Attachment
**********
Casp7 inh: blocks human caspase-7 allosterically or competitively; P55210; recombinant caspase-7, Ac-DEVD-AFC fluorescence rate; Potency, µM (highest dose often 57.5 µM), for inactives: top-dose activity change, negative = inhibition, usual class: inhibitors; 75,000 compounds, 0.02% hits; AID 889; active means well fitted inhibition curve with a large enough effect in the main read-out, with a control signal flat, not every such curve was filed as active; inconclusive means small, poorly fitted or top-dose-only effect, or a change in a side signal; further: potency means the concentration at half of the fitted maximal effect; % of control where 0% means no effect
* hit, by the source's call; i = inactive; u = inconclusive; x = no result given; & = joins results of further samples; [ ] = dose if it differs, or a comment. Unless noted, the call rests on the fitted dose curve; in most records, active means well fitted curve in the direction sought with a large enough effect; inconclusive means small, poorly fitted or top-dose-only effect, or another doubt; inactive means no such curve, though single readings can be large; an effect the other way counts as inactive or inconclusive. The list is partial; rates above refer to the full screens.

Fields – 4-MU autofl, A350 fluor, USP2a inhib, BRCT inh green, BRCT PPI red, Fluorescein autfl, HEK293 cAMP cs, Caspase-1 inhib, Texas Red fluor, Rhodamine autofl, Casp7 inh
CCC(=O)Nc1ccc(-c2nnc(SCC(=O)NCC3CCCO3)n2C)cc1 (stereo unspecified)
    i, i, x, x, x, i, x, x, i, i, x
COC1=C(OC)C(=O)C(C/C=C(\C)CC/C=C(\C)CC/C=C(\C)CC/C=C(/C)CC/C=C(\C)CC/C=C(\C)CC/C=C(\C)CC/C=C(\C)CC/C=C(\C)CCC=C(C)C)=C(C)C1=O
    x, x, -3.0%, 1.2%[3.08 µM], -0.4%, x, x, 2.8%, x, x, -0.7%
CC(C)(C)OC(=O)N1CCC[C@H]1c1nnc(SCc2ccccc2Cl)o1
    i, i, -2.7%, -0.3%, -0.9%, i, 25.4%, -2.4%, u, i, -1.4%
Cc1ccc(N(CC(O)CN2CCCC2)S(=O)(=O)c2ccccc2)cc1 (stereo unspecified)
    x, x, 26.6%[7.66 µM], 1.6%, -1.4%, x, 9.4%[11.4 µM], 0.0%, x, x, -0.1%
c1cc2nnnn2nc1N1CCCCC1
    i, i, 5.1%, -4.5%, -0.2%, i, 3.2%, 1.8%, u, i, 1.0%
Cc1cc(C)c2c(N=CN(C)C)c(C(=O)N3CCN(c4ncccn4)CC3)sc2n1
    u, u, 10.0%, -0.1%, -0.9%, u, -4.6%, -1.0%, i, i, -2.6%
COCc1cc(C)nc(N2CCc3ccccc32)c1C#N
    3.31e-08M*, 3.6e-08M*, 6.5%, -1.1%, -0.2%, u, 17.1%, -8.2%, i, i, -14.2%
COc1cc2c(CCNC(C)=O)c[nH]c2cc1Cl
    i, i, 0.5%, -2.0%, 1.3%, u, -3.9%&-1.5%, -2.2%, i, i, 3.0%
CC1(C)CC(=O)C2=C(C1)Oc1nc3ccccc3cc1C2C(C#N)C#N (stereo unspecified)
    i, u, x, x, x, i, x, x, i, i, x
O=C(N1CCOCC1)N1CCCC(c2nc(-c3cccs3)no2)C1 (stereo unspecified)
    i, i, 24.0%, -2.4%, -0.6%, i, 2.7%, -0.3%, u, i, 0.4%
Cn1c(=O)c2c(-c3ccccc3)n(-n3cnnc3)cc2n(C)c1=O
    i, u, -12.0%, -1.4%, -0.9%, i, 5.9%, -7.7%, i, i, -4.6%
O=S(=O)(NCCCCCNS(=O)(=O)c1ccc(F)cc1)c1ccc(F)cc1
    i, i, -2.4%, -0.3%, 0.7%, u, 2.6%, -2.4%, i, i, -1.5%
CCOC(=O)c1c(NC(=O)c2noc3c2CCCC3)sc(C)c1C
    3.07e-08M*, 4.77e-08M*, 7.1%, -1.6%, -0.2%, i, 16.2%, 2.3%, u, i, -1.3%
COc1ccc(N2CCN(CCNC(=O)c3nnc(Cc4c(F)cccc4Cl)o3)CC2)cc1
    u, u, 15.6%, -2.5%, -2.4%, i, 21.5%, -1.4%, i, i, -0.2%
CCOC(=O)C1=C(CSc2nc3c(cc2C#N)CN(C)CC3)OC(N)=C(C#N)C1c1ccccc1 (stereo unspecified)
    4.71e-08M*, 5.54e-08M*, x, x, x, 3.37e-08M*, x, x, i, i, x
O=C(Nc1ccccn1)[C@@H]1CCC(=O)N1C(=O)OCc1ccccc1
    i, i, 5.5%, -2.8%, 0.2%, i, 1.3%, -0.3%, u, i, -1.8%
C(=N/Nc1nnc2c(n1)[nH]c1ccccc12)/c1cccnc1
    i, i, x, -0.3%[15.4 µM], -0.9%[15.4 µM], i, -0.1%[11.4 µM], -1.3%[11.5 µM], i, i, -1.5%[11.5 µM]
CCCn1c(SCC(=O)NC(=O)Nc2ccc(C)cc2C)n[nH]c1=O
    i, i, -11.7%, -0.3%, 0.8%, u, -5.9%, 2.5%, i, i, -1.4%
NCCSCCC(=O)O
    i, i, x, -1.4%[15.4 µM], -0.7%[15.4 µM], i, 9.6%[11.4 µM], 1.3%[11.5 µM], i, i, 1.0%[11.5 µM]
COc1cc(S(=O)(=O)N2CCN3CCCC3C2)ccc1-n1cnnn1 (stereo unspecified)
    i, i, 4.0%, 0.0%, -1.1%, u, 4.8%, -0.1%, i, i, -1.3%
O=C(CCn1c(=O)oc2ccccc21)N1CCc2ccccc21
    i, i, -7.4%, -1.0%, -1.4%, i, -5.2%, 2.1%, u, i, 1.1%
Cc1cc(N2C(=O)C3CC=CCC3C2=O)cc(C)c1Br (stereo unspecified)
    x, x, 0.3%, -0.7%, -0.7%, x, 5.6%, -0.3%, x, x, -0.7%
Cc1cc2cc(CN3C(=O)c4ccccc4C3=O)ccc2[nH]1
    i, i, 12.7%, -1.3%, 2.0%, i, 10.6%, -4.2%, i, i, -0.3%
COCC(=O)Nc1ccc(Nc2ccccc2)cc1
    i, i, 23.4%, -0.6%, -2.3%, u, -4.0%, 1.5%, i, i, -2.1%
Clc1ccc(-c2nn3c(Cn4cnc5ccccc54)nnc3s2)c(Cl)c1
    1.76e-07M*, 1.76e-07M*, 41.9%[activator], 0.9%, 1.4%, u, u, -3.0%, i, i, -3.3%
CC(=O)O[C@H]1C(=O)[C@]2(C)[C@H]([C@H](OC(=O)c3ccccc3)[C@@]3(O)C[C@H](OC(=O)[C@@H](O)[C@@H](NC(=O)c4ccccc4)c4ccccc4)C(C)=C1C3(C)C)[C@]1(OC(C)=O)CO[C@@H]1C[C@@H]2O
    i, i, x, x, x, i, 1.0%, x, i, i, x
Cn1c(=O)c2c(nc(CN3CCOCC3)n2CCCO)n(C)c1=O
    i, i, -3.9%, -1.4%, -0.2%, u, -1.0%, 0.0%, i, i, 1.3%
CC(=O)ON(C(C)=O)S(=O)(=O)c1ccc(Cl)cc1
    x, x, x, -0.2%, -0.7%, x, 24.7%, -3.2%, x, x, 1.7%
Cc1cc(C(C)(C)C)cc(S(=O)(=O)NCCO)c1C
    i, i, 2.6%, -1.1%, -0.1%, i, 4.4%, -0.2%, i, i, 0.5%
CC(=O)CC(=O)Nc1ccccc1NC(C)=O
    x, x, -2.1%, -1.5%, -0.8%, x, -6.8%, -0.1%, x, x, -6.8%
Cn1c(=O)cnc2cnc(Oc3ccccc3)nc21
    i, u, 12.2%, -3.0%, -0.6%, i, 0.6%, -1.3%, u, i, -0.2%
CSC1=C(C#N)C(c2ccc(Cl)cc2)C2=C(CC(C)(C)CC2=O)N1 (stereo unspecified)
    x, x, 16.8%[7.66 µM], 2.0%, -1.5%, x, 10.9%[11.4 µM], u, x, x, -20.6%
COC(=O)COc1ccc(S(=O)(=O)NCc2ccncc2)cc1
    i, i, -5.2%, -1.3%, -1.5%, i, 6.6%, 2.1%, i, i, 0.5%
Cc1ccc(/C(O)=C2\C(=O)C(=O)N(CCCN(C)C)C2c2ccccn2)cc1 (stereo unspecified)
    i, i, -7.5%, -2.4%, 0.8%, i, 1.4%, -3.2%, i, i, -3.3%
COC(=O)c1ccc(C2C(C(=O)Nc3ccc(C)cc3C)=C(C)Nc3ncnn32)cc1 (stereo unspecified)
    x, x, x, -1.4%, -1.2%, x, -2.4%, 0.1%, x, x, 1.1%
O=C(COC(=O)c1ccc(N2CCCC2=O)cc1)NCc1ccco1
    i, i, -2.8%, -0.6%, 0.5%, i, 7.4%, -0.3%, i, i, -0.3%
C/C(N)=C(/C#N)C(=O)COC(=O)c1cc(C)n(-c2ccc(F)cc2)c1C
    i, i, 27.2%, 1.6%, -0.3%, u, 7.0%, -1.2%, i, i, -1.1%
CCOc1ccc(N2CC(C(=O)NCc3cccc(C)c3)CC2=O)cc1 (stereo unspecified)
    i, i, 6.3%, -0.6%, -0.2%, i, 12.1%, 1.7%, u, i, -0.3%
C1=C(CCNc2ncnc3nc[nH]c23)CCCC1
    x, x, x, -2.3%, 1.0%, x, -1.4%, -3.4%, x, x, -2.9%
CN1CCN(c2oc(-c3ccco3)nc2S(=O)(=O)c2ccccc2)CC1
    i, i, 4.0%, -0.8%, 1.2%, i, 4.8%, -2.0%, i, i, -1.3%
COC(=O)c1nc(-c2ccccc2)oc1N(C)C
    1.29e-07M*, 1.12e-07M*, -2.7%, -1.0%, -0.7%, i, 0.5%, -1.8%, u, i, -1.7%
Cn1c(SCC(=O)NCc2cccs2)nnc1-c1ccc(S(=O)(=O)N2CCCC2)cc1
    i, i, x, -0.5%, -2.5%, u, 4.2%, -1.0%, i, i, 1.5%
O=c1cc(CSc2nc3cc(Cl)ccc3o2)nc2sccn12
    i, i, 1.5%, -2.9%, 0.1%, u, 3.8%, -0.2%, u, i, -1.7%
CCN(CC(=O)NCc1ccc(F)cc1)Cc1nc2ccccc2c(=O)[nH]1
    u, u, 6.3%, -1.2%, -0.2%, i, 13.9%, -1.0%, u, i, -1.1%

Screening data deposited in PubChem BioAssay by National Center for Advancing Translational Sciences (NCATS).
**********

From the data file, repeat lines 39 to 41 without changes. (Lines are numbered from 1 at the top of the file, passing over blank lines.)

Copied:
    i, i, -11.7%, -0.3%, 0.8%, u, -5.9%, 2.5%, i, i, -1.4%
NCCSCCC(=O)O
    i, i, x, -1.4%[15.4 µM], -0.7%[15.4 µM], i, 9.6%[11.4 µM], 1.3%[11.5 µM], i, i, 1.0%[11.5 µM]